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15 April 2018

An App a Day Keeps The Doctor Away: Gaming Apps With Characters Teach Preschoolers About Healthy Diet

Keywords: characters, food, fruit, games, gaming, health, learning, preschoolers, North America, experiment,
More and more gaming apps teach children about healthy eating. According to a study in Games for Health Journal, it is important to use characters in these apps. The study shows that playing apps in which healthy choices of a character are rewarded and unhealthy ones are penalized, can stimulate preschoolers’ nutritional learning.

Take aways

  • As found in previous studies, cartoon characters on product packaging can increase children’s appeal to fruit.
  • Using characters in healthy gaming apps is also promising: Playing character-based healthy gaming apps -in which the character receives awards for making healthy choices and punishments for unhealthy choices- can be effective in teaching preschoolers about nutrition. 
  • The more preschoolers play these games, the more they:
    • like the character;
    • recall the nutritional information presented by the app character (what is healthy and what is not). 
  • For healthy game developers it is important to know that character-based apps can be effective in stimulating preschoolers’ nutritional learning. 

Study information

  • The question?

    Can playing character-based healthy gaming apps be effective in teaching preschoolers about nutrition? 
  • Who?

    114 4- and 5-year-olds (mean age: 4 years old; 50% girls; 64% was Caucasian, 24.6% mixed, 7.9% African American, 2.6% Asian, and 0.9% Hispanic)
  • Where?

    A large metropolitan area, United States
  • How?

    The researchers divided the children into three groups:
    1. In the single app-exposure group children played the D.W.’s Unicorn Adventure gaming app for 31 minutes. The ultimate goal in the app is to help the character D.W. save a lost unicorn by eating fruit and vegetable snacks and by avoiding unhealthy snacks. Children are rewarded with points and extra energy when they eat healthy snacks and points are subtracted when they snack unhealthy.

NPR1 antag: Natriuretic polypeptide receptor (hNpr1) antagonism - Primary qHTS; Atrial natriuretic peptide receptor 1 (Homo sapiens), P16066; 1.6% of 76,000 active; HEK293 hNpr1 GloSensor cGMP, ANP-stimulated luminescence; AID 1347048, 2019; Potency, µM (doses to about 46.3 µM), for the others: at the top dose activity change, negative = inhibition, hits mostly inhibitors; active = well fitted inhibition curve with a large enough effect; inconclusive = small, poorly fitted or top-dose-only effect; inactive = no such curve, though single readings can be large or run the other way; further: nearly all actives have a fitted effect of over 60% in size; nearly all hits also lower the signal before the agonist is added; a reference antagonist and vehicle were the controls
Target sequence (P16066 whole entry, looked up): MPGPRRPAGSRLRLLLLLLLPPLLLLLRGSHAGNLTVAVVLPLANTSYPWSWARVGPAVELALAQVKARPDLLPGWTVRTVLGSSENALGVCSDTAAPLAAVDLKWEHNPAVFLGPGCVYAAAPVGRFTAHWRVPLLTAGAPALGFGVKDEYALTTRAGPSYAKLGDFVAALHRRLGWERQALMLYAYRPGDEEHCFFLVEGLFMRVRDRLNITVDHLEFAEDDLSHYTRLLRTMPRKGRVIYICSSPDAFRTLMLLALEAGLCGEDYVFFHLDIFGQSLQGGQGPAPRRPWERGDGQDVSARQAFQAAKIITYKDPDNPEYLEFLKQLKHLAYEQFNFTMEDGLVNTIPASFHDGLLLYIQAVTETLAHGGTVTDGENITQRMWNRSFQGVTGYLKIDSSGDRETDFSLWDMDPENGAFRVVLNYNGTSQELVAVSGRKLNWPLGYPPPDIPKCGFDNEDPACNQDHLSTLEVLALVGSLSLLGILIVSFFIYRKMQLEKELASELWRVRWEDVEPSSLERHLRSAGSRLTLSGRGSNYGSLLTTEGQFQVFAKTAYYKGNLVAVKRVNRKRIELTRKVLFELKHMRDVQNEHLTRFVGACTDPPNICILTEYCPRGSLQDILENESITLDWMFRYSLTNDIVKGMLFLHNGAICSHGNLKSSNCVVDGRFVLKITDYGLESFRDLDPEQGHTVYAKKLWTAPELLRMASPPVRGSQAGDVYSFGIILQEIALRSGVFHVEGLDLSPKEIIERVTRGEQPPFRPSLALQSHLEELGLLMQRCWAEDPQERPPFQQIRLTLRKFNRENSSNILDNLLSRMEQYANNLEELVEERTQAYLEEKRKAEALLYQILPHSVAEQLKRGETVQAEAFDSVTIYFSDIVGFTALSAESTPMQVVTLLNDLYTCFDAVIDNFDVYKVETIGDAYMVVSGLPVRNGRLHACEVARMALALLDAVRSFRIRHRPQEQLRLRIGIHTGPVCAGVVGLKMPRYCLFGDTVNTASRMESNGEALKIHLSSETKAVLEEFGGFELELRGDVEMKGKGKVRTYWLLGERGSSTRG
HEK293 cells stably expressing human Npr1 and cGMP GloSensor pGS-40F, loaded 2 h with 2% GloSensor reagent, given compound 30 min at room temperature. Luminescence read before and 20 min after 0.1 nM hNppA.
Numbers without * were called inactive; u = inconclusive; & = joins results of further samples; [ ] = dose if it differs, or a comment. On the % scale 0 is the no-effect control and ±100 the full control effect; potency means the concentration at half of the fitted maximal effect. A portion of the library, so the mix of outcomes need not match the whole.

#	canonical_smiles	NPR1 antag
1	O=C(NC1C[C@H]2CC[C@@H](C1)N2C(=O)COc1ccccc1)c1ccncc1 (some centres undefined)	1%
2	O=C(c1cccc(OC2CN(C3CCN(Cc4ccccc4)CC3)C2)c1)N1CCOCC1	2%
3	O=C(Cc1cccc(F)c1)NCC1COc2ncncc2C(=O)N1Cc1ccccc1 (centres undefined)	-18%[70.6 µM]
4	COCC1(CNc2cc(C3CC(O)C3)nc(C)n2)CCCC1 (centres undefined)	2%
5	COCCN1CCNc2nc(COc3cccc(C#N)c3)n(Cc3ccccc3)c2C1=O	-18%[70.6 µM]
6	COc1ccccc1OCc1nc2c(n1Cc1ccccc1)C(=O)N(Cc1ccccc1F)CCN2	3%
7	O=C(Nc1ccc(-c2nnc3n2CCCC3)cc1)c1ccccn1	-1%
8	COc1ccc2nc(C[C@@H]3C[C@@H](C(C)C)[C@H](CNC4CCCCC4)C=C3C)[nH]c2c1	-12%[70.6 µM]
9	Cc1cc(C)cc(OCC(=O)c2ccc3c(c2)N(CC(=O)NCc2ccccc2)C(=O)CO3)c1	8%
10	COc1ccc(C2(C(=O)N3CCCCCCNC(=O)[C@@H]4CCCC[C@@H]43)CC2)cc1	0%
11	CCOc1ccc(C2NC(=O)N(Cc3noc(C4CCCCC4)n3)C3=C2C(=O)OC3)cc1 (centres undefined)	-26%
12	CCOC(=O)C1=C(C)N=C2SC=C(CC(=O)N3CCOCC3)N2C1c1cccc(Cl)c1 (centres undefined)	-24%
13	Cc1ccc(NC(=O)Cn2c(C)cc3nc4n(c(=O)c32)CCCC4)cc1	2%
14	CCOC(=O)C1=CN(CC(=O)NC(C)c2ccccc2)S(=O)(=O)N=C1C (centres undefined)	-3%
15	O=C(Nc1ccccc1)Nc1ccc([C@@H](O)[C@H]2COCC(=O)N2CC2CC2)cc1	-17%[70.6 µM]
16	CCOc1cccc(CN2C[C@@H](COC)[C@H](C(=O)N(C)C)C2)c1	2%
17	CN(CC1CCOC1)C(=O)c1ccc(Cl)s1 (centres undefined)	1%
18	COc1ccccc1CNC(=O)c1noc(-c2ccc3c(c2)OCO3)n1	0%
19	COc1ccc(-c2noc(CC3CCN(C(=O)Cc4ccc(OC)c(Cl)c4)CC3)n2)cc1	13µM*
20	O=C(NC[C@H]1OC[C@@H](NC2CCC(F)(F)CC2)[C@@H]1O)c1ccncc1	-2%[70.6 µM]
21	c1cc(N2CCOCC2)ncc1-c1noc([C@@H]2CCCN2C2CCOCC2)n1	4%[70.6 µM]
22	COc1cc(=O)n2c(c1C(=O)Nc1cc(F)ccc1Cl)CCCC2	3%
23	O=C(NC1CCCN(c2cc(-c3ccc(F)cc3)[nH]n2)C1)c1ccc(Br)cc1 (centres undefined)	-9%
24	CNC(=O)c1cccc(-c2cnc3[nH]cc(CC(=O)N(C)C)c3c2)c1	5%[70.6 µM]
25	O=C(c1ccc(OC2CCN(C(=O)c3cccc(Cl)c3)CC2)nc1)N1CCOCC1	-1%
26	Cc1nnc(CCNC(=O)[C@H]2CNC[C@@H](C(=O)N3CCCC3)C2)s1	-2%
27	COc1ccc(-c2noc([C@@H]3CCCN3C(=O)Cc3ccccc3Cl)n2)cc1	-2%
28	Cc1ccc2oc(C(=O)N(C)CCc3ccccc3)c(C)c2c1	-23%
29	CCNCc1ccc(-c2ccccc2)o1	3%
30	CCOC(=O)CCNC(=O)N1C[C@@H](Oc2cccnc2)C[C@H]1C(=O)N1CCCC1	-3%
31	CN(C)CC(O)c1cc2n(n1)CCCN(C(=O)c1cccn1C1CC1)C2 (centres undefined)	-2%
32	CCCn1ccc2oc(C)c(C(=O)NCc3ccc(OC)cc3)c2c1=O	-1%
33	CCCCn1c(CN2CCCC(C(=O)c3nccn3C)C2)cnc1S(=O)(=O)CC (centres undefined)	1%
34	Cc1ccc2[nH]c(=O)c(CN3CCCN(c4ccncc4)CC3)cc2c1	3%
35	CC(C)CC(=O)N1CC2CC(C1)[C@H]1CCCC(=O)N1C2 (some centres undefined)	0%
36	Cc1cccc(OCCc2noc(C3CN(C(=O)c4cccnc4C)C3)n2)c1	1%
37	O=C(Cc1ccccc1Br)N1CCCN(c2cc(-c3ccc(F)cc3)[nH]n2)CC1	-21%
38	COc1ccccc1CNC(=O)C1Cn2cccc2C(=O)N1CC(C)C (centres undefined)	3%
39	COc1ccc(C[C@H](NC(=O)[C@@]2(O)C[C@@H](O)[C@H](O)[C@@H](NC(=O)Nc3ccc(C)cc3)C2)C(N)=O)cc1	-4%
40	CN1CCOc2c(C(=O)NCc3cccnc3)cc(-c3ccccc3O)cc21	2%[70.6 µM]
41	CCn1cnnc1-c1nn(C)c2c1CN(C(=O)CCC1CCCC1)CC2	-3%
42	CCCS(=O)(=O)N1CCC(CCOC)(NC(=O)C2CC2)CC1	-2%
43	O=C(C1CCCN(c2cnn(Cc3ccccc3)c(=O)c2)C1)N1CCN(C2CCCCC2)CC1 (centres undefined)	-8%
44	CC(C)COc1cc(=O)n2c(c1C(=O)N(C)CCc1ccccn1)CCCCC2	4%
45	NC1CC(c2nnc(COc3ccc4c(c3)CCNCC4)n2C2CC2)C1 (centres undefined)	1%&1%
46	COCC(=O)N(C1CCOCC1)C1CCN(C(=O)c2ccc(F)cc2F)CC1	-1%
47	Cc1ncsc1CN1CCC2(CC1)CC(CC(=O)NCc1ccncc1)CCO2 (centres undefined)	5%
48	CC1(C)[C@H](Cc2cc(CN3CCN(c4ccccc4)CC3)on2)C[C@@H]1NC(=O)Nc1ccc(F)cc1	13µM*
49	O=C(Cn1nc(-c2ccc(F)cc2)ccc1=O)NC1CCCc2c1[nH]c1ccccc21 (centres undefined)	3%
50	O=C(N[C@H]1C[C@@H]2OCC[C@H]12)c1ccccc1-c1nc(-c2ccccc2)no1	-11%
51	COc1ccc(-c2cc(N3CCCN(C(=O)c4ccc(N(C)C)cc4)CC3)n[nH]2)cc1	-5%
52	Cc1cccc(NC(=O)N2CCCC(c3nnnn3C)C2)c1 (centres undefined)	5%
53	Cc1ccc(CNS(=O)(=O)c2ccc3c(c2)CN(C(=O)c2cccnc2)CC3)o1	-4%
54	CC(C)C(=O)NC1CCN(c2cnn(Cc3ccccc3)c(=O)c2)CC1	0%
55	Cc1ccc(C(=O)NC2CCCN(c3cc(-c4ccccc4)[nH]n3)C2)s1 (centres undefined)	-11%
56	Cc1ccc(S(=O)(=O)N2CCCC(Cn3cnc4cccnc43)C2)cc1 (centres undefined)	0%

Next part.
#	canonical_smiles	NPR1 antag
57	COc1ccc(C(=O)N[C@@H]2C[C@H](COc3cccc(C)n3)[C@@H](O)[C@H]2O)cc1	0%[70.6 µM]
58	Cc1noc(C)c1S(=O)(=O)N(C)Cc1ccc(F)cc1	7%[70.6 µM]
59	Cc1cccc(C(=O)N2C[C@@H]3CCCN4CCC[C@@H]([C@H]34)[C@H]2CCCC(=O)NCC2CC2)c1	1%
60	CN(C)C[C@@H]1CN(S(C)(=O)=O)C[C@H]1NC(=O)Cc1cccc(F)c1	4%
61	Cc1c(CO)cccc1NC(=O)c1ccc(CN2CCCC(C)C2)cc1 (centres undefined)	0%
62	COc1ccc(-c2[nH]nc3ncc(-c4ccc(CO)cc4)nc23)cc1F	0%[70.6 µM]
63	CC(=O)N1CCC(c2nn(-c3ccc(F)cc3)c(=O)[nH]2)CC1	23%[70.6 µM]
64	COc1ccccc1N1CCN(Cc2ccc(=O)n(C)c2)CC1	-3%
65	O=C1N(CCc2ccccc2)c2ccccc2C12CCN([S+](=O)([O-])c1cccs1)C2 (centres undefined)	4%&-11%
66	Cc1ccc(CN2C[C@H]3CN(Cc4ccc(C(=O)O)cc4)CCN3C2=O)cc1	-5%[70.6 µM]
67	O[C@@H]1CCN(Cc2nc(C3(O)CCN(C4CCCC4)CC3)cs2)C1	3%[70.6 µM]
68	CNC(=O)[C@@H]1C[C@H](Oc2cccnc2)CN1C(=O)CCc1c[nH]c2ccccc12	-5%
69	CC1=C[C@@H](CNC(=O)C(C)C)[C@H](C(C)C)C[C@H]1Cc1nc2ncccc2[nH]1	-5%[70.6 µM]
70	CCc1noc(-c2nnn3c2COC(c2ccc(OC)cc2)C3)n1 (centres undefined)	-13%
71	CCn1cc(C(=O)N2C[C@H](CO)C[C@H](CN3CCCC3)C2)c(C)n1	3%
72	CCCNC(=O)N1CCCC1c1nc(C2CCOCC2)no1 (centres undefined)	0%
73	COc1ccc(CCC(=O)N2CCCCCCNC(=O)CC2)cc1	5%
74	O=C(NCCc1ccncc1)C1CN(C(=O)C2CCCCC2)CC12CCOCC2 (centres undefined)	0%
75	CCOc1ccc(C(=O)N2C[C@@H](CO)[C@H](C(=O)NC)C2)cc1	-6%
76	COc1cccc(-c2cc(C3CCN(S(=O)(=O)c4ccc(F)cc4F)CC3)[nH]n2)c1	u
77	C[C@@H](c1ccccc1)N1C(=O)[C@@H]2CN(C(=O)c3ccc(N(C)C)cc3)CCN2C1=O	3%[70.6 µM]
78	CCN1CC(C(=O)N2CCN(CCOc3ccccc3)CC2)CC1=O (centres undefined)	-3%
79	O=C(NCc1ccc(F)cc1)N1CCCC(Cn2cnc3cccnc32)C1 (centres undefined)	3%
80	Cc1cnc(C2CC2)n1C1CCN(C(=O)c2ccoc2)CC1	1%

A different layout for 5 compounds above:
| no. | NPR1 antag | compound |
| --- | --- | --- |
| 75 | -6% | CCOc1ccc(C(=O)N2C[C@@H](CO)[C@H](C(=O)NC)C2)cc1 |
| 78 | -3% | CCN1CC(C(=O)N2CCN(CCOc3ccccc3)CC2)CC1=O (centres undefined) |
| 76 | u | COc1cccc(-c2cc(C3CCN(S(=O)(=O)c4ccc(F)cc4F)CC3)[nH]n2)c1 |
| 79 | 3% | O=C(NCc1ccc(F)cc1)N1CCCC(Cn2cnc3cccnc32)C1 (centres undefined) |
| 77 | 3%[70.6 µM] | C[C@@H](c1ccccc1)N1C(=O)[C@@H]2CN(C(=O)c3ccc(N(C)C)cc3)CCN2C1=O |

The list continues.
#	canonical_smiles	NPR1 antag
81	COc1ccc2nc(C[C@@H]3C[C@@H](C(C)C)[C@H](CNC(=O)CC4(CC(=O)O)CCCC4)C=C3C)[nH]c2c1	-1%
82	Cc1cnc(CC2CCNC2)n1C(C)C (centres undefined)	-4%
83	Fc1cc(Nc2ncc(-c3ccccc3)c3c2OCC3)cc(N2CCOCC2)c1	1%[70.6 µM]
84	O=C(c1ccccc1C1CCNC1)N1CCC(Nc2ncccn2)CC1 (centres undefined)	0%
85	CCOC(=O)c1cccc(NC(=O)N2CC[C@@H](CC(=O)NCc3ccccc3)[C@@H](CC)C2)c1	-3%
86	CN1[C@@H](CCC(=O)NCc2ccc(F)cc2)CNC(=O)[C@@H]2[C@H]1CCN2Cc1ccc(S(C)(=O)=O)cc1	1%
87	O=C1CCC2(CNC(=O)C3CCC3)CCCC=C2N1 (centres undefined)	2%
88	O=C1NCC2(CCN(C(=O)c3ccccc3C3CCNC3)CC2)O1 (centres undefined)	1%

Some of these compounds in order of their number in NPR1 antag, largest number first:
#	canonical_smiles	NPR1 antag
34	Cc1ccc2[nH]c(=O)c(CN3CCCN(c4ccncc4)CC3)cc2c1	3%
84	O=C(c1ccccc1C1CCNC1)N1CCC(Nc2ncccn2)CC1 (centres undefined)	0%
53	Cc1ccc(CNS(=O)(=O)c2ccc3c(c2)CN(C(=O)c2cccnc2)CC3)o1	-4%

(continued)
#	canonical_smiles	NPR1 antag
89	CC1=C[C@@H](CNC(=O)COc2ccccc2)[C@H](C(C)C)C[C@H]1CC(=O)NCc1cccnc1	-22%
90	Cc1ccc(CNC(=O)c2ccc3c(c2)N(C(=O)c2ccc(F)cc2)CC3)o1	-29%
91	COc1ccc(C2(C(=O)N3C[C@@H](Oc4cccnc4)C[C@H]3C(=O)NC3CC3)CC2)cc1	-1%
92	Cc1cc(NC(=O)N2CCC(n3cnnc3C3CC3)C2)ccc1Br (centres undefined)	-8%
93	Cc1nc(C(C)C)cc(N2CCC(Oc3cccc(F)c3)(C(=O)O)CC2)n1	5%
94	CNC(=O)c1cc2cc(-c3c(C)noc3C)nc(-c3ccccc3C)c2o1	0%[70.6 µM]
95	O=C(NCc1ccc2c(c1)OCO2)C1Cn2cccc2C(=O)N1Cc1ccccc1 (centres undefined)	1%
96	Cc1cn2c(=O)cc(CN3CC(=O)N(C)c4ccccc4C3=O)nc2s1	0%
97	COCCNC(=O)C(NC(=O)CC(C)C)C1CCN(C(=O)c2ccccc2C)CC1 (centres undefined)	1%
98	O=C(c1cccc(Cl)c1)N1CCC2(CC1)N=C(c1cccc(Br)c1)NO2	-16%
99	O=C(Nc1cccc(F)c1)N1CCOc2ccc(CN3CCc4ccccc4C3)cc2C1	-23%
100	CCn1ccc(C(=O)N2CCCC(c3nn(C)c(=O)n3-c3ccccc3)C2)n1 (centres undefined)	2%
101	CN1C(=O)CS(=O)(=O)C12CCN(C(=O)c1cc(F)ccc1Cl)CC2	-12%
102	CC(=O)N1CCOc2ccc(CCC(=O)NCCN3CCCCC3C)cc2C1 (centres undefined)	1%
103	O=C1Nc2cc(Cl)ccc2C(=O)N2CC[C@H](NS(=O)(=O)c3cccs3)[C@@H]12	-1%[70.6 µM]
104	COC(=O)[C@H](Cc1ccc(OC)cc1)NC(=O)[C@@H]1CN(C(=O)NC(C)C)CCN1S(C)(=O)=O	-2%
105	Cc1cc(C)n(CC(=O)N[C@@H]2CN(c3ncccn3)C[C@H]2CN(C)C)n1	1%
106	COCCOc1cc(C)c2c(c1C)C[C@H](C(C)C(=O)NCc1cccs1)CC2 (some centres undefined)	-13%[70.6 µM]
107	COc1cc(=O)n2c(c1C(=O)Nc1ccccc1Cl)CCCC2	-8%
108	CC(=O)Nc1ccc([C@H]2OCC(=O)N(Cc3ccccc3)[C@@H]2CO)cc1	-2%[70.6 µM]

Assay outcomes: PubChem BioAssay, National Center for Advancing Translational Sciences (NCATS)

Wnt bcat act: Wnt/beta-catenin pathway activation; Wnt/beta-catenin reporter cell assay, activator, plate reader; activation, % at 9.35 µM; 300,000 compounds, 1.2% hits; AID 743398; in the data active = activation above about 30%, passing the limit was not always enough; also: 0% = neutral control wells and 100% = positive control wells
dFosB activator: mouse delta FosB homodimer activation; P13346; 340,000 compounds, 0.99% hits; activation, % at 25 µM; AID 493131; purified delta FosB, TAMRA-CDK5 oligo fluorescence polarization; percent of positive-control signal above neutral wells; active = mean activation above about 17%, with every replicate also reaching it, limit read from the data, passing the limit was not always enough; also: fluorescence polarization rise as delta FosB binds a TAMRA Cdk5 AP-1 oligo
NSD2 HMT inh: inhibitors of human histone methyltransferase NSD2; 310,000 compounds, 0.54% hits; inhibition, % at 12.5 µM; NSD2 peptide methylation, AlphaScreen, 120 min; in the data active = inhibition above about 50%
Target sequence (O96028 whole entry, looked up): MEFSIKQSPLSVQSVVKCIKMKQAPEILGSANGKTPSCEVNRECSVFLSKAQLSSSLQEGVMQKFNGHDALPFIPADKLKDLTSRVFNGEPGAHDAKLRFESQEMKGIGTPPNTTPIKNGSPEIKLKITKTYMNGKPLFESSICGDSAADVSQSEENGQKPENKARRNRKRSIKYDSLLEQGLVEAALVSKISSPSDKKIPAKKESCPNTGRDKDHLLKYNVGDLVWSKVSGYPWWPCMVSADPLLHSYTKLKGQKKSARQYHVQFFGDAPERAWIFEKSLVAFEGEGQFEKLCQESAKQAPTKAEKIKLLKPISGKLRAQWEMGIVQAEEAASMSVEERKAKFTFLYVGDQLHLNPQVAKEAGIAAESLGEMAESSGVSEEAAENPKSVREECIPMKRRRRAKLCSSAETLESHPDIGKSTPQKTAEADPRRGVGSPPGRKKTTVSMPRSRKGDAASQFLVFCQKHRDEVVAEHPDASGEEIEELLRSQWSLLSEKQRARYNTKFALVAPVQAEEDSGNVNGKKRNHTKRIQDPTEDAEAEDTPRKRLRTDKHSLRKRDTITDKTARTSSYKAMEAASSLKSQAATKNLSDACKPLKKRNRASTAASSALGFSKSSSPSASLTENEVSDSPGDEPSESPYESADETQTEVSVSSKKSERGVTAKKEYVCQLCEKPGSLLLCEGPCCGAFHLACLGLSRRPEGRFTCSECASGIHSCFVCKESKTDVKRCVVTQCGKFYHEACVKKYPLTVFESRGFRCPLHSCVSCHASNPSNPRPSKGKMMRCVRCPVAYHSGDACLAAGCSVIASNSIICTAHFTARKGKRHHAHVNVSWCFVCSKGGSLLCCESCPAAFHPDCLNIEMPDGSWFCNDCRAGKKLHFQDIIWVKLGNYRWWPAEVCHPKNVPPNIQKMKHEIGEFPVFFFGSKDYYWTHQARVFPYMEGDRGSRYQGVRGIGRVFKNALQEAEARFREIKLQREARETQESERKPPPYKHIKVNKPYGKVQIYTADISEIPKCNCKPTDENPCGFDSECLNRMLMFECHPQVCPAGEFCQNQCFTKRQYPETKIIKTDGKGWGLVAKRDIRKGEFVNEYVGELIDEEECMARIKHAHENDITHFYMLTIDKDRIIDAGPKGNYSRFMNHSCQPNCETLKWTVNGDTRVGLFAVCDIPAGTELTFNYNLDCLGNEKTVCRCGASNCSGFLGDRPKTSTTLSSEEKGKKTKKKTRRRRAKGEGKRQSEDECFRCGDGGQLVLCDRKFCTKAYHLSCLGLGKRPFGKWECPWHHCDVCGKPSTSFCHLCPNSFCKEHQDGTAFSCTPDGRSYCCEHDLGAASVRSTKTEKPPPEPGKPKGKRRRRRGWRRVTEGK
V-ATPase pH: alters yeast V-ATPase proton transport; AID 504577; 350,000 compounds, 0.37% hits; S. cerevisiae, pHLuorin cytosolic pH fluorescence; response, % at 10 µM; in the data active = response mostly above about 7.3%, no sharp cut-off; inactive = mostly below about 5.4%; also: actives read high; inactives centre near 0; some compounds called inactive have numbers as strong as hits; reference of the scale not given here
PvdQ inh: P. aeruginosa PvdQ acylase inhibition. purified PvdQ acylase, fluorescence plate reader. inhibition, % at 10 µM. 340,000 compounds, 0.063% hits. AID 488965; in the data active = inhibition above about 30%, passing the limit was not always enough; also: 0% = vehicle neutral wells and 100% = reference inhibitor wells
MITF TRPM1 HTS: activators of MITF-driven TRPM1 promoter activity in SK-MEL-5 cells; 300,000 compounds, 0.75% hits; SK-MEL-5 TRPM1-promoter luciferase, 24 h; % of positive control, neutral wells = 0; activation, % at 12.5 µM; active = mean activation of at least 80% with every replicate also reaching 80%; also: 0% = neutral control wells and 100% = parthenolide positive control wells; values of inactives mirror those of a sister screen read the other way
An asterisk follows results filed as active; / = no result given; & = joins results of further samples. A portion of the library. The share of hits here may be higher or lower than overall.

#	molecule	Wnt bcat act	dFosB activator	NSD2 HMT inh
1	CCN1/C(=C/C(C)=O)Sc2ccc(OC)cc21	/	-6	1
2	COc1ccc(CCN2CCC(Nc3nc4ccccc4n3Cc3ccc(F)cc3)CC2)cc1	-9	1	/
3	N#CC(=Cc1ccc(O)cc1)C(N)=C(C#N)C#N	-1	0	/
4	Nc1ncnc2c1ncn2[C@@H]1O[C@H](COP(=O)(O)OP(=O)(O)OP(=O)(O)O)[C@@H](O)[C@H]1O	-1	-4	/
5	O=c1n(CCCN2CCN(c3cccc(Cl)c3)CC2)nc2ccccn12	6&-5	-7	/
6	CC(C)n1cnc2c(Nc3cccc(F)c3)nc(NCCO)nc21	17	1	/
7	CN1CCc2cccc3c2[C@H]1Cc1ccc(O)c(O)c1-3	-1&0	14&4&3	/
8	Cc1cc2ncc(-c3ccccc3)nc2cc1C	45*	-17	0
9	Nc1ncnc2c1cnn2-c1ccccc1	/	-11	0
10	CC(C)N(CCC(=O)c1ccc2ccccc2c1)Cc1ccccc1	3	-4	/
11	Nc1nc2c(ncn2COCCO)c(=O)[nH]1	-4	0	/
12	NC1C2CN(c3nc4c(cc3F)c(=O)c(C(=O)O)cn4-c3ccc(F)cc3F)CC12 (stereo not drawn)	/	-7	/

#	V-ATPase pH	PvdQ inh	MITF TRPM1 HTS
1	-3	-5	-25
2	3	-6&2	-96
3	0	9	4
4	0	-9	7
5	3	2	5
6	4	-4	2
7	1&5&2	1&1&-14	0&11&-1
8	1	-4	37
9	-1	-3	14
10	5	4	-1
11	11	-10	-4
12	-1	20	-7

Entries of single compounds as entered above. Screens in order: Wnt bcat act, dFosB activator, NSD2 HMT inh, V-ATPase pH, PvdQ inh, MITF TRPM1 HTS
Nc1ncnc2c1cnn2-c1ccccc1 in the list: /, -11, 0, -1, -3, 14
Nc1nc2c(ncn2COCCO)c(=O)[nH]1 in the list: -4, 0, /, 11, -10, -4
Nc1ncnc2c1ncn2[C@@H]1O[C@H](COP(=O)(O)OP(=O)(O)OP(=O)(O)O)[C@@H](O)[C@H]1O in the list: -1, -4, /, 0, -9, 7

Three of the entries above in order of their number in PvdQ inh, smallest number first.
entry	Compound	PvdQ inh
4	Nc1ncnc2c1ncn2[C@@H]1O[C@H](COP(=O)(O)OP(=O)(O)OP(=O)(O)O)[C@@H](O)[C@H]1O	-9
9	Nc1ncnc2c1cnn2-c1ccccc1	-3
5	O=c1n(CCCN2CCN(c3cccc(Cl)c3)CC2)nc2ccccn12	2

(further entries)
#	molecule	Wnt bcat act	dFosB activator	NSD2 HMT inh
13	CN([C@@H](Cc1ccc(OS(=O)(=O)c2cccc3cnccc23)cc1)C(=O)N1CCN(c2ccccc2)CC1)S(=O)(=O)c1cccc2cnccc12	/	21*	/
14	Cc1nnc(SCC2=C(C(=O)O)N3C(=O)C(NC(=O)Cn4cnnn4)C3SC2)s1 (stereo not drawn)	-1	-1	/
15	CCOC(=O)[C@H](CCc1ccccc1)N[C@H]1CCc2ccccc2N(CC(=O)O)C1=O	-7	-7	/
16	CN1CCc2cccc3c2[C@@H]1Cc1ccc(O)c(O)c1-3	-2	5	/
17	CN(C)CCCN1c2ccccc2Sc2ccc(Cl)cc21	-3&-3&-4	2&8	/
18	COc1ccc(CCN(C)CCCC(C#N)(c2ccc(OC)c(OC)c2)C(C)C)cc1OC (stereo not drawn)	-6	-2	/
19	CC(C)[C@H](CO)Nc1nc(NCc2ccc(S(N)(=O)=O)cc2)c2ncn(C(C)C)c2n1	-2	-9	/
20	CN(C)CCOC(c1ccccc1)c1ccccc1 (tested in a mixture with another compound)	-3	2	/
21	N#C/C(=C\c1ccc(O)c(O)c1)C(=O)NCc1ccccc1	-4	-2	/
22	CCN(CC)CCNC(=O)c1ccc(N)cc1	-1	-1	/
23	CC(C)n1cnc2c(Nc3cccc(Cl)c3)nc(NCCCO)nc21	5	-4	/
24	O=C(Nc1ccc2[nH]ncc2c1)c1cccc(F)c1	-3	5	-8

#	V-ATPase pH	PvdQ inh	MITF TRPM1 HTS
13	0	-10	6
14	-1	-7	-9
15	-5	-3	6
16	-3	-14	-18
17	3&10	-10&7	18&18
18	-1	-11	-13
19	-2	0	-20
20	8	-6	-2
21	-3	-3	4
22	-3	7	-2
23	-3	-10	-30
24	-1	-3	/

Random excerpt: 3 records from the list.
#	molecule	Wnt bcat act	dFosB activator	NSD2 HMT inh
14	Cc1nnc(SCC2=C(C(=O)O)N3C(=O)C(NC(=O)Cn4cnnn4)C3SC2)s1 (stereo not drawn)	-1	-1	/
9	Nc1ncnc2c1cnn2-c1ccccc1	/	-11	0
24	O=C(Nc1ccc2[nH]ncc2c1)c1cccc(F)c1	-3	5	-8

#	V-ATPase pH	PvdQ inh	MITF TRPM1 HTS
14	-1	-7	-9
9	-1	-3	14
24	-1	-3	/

2. In the repeated app-exposure group children played the same gaming app as children in the single-app exposure group, but for a longer period of time. The researchers instructed them to play the game for 5 days, as often as they wanted. 
    3. In the non-exposure group, children did not play the gaming app at all. 

    All children saw a picture of the app character D.W. and indicated how much they liked the character. To assess recall of healthy and unhealthy items from the app, the researchers also asked the children what foods they thought are healthy for the character and what items are not. 

Facts and findings

  • Children who repeatedly played the gaming app liked the character more than children who did not play the app. 
  • The more children played the app, the better they knew what foods were healthy for the character and what foods were not (recall of healthy and unhealthy items) 
  • Moreover, the more children liked the character, the better they recalled healthy items. However, this was only true for children who played the game once and not for children who could play the app as often as they wanted for 5 days. 
  • This means that liking the character only played a role when children played the gaming app once. When playing the gaming app more often, the multiple exposures to the nutritional information increased preschoolers’ recall of what is healthy and what is not--regardless of whether they liked the character.